Swiss architect Peter Zumthor has designed a brand new museum to commemorate the short, but important history of the zinc mines outside Sauda in Norway.
There’s an aura of international greatness surrounding the three buildings that are barely visible from highway 520 between Sauda and Helleland in Ryfylke in Rogaland. The road is winding and steep, we’ve driven several hours from Stavanger. When the brown-black buildings on the hillside finally appear, they fell almost exotic, probably because the project has been highlighted in several international magazines and design websites. The architect behind it all, Swiss Peter Zumthor, isn’t just anybody. A perfectionist who involves himself in every detail, if you read between the lines in the local press. The project, which is part of the National Tourist Routes in Norway, is several years overdue with a budget overrun almost as big as the gorge it stands on. But not to worry. When Allmannajuvet officially opens in September, everyone is happy, and with good reason.
Travelers in western Norway this summer can take a sneak peek at the cafe building and the very elaborate toilets (not to be underestimated when you’re on the road). The buildings look modern, traditional and industrial all at the same time, situated in a part of the country with a long industrial history and where mines have played a key role. The history of mining in Allmannajuvet was, however, rather short. The mines were only in use between 1881 and 1899, though 12,000 tons of zinc was dragged out of the mountain here by over 160 men. Little by little the price of zinc changed and it proved to be an expensive material to extract from the mines. Thus, the mines were closed down after only 18 years of operation.
The four buildings that make up the memorial museum cling partly to existing stone structures that the miners left behind. The old buildings have long since been demolished, but lives on in the design of the new. The four buildings – the service building, the cafe, the museum and entrance to the mines – are as dark inside as they are outside. That makes the view from the windows in the cafe even more prominent. The menu consists of a meat soup similar to the ones the miners themselves ate, which is a sympathetic idea, though the four-layer chocolate cake we were served for dessert is an unlikely part of the the story. In September the last two buildings will open. Next season you can also take a guided tour of the mines.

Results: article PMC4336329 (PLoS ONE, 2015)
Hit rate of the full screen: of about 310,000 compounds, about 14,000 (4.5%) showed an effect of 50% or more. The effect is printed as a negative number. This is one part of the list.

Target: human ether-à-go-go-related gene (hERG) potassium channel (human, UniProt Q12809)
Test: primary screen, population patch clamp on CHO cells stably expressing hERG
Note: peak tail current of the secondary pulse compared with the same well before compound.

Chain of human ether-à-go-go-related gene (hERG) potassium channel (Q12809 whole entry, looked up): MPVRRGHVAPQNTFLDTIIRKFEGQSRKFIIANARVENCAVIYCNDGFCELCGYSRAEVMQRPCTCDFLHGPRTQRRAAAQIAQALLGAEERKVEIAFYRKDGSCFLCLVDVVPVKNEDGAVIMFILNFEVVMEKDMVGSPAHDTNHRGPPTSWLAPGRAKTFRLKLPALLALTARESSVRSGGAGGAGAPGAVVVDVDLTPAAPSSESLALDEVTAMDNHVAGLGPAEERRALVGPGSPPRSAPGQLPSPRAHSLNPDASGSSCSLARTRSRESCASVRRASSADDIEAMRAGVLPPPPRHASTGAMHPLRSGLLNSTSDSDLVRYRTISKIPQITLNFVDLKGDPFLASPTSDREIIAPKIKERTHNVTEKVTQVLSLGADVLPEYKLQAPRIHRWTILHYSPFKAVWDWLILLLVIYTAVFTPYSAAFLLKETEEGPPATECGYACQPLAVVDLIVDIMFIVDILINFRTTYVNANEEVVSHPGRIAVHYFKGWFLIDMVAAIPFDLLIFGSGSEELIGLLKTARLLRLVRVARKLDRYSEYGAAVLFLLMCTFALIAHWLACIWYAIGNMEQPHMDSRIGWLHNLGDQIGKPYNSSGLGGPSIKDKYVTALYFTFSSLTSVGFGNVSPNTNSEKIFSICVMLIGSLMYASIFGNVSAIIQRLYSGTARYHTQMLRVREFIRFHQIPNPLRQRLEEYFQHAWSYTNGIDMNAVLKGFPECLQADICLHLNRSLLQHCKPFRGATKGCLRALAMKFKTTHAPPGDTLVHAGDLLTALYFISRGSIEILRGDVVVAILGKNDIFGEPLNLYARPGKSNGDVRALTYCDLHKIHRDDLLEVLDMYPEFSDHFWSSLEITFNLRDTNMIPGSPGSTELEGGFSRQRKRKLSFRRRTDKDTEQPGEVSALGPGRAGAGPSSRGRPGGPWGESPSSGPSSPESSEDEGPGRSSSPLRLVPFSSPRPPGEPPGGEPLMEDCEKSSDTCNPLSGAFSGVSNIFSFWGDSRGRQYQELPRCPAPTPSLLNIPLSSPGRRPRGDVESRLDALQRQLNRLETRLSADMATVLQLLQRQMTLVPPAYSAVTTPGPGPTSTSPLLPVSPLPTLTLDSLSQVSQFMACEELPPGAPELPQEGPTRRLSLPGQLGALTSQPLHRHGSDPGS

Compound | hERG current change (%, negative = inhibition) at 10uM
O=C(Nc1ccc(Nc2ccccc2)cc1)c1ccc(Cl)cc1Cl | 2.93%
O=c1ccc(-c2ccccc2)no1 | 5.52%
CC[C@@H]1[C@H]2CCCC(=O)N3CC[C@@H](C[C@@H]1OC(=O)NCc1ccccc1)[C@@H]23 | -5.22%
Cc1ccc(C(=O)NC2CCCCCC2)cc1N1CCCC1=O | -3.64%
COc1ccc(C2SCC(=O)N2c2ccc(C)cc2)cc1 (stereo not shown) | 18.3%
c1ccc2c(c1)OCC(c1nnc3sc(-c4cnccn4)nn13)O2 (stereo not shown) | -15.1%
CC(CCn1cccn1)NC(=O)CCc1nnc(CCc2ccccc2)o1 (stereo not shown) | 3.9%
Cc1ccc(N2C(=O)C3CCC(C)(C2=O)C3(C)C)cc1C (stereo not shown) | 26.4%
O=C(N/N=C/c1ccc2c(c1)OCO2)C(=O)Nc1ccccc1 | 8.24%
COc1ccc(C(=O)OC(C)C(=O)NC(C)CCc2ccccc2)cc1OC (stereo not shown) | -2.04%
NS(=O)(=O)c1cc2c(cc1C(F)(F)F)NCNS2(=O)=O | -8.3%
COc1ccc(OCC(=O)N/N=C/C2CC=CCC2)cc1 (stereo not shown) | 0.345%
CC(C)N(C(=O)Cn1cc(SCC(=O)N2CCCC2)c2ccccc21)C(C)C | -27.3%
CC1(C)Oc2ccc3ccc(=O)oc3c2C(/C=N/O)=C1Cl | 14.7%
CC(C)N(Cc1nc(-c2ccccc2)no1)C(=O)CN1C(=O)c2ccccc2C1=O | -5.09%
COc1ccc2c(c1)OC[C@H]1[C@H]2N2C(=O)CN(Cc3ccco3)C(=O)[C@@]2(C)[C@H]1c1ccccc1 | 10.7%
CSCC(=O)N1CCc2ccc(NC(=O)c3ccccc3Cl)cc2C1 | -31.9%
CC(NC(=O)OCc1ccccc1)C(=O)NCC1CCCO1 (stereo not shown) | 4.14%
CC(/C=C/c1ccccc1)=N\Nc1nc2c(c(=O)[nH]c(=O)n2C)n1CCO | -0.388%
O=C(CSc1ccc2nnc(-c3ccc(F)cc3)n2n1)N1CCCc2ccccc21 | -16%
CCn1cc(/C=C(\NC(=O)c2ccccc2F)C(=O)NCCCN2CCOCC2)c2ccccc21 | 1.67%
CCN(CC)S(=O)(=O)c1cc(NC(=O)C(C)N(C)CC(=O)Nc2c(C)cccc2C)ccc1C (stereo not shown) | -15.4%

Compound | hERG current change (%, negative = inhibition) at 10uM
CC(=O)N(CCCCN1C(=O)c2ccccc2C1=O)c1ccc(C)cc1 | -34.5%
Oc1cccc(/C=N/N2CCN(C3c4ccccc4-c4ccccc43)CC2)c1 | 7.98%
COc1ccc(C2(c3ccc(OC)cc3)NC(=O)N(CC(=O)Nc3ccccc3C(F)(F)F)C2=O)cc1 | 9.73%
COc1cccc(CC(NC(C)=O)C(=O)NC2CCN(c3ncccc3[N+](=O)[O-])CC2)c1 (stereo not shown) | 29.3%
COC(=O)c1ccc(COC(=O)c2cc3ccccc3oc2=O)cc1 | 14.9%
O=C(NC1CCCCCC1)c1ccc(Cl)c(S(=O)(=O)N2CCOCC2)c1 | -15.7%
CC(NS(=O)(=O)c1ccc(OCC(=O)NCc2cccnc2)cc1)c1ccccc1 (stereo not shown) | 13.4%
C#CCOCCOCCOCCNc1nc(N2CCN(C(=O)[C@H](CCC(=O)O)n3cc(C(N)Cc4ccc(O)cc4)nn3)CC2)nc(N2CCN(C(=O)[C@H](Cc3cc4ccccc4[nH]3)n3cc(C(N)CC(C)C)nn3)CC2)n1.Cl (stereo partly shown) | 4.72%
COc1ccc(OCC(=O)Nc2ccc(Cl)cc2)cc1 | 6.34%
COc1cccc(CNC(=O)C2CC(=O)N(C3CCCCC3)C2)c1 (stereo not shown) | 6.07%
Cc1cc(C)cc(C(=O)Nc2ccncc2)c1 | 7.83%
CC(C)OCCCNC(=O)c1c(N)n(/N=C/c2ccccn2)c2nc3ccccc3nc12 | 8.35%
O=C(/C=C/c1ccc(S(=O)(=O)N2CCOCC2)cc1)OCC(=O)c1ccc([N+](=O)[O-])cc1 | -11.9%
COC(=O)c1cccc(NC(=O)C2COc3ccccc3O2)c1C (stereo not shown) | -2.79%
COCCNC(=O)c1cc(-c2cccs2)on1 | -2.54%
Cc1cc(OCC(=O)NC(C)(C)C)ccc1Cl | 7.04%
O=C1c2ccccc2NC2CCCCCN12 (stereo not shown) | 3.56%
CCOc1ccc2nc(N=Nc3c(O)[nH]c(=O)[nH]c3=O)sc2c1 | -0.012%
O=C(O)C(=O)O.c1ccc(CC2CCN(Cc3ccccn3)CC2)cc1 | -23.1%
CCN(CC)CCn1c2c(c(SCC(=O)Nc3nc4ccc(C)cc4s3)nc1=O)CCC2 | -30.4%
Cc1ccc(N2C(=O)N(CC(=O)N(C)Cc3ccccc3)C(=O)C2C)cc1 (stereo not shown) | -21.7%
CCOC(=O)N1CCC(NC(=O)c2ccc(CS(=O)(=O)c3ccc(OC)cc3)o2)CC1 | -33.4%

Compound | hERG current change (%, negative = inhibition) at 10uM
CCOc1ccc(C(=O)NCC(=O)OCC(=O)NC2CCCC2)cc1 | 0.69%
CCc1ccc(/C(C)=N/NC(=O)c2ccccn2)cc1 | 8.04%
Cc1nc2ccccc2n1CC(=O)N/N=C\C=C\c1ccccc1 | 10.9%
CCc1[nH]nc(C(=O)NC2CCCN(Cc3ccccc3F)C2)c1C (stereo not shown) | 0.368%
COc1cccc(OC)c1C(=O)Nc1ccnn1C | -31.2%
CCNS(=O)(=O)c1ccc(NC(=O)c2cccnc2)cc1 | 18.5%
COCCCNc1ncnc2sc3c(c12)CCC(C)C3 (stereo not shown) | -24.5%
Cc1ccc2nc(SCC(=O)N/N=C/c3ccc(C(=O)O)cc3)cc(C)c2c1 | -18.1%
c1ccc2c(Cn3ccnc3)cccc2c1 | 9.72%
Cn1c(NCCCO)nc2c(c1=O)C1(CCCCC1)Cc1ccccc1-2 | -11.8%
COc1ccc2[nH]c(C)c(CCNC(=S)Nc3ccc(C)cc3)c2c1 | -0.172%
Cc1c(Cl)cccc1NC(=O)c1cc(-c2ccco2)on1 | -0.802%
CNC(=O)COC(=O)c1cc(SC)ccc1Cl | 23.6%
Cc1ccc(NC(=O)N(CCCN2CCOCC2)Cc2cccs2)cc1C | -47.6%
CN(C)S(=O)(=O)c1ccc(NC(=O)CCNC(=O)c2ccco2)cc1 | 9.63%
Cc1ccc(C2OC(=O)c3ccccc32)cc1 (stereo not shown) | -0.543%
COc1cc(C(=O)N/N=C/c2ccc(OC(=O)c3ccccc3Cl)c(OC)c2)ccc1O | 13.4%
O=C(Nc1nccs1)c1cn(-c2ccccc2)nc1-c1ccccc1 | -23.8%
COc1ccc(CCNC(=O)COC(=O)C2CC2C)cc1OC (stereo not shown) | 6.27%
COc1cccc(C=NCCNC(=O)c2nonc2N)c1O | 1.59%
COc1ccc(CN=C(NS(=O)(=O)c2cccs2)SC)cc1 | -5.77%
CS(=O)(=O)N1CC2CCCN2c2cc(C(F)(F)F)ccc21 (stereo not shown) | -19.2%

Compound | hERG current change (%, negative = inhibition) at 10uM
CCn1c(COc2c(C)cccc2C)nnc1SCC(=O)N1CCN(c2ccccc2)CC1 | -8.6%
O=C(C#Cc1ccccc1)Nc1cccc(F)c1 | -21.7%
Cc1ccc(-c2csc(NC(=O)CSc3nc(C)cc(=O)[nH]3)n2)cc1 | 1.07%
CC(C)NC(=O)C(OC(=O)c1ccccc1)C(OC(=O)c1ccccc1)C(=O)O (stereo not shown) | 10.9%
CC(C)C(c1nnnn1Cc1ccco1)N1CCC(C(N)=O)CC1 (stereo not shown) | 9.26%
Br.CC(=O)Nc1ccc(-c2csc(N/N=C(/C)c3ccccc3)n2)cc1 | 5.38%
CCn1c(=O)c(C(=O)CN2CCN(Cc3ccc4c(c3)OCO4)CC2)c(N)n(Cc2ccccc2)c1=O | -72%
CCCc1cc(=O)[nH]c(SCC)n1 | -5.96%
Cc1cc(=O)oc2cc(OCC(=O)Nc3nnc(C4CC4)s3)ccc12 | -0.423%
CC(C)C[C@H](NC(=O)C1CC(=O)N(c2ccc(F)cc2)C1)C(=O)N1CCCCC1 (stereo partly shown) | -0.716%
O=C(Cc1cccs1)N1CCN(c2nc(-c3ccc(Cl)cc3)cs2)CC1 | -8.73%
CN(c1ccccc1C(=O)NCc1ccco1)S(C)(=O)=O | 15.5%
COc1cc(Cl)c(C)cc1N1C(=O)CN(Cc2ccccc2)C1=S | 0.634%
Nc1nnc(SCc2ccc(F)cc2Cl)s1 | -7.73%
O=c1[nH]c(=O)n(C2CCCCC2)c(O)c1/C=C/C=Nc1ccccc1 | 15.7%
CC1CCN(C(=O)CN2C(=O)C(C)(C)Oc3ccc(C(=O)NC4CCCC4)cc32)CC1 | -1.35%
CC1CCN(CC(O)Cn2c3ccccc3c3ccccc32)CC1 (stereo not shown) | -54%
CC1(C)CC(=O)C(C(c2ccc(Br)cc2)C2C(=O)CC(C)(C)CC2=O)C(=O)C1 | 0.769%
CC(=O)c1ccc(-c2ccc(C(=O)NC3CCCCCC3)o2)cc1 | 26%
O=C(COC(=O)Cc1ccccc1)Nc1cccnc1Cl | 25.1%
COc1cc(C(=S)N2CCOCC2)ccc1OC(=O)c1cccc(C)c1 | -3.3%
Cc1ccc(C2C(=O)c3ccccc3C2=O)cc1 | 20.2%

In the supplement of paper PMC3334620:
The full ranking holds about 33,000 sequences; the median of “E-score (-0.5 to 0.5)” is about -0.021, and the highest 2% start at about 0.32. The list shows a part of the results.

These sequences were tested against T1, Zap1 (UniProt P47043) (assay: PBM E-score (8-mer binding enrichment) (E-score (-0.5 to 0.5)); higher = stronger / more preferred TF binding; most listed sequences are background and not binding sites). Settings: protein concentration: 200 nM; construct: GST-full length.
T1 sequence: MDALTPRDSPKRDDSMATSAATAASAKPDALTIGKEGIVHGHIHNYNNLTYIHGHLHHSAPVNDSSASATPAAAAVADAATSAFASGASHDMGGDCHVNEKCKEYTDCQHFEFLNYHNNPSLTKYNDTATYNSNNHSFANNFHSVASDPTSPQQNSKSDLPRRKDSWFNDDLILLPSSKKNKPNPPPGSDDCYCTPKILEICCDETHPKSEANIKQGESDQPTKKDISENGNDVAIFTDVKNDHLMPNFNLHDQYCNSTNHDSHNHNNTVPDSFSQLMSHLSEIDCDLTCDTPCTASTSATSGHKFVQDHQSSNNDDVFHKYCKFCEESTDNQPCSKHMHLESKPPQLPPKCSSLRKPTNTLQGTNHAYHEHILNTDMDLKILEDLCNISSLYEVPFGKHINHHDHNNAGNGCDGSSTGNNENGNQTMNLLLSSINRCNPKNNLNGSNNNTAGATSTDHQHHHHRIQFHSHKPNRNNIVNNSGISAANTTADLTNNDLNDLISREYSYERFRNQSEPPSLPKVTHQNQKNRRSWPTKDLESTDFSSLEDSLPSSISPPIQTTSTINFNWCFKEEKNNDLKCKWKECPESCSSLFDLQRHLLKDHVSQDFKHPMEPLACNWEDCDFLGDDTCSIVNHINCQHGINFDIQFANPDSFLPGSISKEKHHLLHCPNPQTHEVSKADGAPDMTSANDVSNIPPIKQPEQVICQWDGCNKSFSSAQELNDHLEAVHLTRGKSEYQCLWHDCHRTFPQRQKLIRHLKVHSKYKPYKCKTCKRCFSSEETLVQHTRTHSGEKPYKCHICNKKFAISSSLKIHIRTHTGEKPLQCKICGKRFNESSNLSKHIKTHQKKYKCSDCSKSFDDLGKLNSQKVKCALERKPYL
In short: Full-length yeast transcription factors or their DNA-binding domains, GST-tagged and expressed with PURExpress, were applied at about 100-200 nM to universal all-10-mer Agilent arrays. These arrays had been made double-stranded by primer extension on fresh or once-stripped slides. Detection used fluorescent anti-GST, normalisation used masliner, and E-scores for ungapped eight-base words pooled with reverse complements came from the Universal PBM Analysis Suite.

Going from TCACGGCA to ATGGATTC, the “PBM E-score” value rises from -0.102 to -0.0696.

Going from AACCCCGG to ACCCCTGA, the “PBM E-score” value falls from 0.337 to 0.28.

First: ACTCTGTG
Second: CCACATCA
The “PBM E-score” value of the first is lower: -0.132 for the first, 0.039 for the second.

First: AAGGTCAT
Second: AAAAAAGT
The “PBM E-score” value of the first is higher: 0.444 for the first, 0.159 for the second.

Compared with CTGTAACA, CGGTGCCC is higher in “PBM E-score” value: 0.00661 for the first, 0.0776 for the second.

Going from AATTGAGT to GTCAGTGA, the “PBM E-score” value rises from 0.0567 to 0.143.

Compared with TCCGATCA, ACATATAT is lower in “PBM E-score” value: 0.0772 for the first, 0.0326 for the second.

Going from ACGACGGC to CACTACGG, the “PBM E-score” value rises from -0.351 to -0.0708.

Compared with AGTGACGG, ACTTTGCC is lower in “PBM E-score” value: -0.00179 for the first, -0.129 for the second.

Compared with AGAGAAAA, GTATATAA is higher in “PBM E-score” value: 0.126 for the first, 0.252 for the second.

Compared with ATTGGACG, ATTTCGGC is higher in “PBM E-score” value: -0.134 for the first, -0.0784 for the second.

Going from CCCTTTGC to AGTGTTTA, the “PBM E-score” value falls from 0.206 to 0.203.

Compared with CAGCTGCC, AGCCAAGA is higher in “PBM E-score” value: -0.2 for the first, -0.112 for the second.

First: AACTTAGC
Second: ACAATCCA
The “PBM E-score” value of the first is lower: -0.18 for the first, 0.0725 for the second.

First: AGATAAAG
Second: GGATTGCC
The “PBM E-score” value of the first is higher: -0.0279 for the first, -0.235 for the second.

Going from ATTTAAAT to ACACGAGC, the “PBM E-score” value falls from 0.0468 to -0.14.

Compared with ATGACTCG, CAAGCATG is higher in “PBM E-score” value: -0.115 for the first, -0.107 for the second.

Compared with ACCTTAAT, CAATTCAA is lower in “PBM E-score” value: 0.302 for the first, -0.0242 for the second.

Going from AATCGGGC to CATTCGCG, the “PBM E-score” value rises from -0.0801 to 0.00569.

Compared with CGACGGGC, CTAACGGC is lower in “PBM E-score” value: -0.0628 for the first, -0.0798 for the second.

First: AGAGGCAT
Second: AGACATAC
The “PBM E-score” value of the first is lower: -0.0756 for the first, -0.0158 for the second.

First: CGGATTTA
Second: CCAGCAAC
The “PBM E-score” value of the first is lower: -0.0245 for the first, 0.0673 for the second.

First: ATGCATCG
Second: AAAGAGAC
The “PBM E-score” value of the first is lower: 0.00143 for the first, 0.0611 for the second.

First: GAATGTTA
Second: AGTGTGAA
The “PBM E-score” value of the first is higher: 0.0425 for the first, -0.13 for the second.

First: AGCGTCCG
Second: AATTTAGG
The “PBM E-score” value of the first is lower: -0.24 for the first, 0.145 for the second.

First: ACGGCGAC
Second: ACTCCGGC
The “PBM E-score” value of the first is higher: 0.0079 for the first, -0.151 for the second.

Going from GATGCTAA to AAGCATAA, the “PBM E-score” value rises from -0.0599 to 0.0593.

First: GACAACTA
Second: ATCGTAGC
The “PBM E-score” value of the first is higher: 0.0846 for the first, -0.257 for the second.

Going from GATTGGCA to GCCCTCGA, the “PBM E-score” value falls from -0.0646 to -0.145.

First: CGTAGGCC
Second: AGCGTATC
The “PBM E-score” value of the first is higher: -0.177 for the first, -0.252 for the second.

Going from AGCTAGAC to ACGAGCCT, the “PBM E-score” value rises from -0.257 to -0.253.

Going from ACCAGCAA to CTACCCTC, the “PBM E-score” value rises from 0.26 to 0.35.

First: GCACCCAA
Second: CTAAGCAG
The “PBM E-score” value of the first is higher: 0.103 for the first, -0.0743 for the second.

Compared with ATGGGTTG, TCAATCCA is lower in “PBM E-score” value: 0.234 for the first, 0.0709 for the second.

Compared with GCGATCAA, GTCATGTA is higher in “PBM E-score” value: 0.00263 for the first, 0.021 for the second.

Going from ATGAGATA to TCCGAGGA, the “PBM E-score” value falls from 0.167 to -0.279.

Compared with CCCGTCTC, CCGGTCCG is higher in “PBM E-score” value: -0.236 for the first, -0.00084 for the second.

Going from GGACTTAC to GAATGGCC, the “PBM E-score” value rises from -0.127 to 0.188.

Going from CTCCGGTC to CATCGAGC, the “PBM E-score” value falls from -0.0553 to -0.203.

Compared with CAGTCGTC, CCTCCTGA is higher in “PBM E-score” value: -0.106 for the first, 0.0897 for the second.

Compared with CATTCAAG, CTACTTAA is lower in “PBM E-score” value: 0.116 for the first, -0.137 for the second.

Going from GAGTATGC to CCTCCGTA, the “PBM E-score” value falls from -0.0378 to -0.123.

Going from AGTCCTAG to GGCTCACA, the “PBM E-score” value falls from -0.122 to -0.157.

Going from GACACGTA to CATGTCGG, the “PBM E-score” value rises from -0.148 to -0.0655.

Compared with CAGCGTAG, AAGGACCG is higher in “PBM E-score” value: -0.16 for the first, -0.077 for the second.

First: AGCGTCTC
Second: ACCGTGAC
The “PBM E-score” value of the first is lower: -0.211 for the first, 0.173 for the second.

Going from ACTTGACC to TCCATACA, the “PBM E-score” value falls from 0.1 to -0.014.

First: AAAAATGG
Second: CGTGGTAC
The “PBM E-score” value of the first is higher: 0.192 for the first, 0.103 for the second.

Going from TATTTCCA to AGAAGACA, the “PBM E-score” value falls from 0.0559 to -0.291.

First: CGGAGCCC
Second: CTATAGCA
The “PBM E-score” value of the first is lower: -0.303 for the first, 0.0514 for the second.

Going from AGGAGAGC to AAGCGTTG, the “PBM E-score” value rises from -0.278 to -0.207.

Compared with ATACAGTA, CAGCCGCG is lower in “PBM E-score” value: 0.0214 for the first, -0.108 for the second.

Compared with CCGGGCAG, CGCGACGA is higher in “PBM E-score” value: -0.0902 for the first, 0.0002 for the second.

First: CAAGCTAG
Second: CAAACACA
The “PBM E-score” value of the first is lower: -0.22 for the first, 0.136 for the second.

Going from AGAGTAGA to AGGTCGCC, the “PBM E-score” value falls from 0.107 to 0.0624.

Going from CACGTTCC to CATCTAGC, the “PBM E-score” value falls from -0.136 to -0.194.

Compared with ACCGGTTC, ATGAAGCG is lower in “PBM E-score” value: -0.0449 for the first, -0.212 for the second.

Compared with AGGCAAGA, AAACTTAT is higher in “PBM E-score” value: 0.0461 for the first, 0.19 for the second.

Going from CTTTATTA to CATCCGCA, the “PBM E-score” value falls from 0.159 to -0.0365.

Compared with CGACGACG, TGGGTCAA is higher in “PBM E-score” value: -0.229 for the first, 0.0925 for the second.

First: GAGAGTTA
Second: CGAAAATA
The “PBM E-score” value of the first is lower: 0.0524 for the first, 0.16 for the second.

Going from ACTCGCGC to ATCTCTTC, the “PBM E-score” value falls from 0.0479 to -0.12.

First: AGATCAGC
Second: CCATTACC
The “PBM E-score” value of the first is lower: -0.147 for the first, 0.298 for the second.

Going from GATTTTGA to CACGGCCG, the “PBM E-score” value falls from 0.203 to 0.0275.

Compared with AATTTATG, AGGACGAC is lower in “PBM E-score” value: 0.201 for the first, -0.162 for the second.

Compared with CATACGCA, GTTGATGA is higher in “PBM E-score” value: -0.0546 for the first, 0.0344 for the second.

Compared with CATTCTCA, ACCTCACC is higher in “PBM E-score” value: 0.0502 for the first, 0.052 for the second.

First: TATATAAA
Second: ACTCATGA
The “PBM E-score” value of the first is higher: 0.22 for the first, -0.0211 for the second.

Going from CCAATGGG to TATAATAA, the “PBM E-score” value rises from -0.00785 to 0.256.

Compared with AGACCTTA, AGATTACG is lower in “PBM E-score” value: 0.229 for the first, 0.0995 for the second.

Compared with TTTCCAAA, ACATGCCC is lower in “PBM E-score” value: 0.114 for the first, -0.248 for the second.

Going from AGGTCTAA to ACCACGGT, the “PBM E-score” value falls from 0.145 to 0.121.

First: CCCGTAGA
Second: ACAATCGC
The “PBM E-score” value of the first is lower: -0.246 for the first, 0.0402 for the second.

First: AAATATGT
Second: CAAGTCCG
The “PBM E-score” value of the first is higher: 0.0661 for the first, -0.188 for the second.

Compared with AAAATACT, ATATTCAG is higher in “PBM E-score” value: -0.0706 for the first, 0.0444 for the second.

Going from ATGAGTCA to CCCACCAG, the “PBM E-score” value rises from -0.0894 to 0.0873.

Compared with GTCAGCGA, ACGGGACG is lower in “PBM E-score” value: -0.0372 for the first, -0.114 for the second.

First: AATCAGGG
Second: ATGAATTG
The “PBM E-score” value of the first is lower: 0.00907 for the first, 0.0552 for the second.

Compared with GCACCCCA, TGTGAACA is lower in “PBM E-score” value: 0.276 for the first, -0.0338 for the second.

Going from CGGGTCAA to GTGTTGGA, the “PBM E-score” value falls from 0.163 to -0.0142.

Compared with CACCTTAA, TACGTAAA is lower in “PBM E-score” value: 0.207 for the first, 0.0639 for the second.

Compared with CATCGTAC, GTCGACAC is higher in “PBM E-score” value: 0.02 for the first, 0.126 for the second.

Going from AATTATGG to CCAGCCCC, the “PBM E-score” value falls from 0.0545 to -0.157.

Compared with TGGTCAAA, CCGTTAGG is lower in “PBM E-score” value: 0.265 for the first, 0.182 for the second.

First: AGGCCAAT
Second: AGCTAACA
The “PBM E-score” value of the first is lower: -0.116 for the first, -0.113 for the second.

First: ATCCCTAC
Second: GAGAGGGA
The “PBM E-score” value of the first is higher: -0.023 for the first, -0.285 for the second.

This is not the first time that Peter Zumthor has contributed to the project National Tourist Routes. In Vardø he designed the memorial Steilneset with artist Louise Bourgeois to commemorate the women that were persecuted as witches here several hundred years ago. The memorial was opened by Queen Sonja in 2011. The museum in Allmannajuvet is also one of several sights along the Ryfylke National Tourist Route. Approximately twenty minutes before coming to the mining museum you can stop by Svandalsfossen, a waterfall that comes down towards and under the road (prepare yourself for a small shower when you get there). A new construction of stairs designed by architect Helge Schjelderup takes you a little further up along the falls before continuing on an old stone staircase almost all the way to the top. That makes 540 steps all together – an excellent way to stretch your legs after a long drive. Ryfylke National Tourist Route is also lined with a wide variety of idyllic picnic areas, weather permitting.
National Tourist Routes Norway is a project consisting of 18 routes taking you through some of the most beautiful parts of the country. A unique project where architects contribute to make it easer to access and experience the sometimes dramatic nature in the different parts of Norway. Several new attractions have just opened, such as the new viewpoint at Gaualarfjellet where you can stand on a ledge over the bay giving you the feeling of almost floating in the air. The areas around Skjerfsfossen in Hardanger and Vøringsfossen in Hardanger have also been upgraded and will be further improved. In 2023, all the roads will be completed. Traveling through Norway by car has never been more exciting than it is now.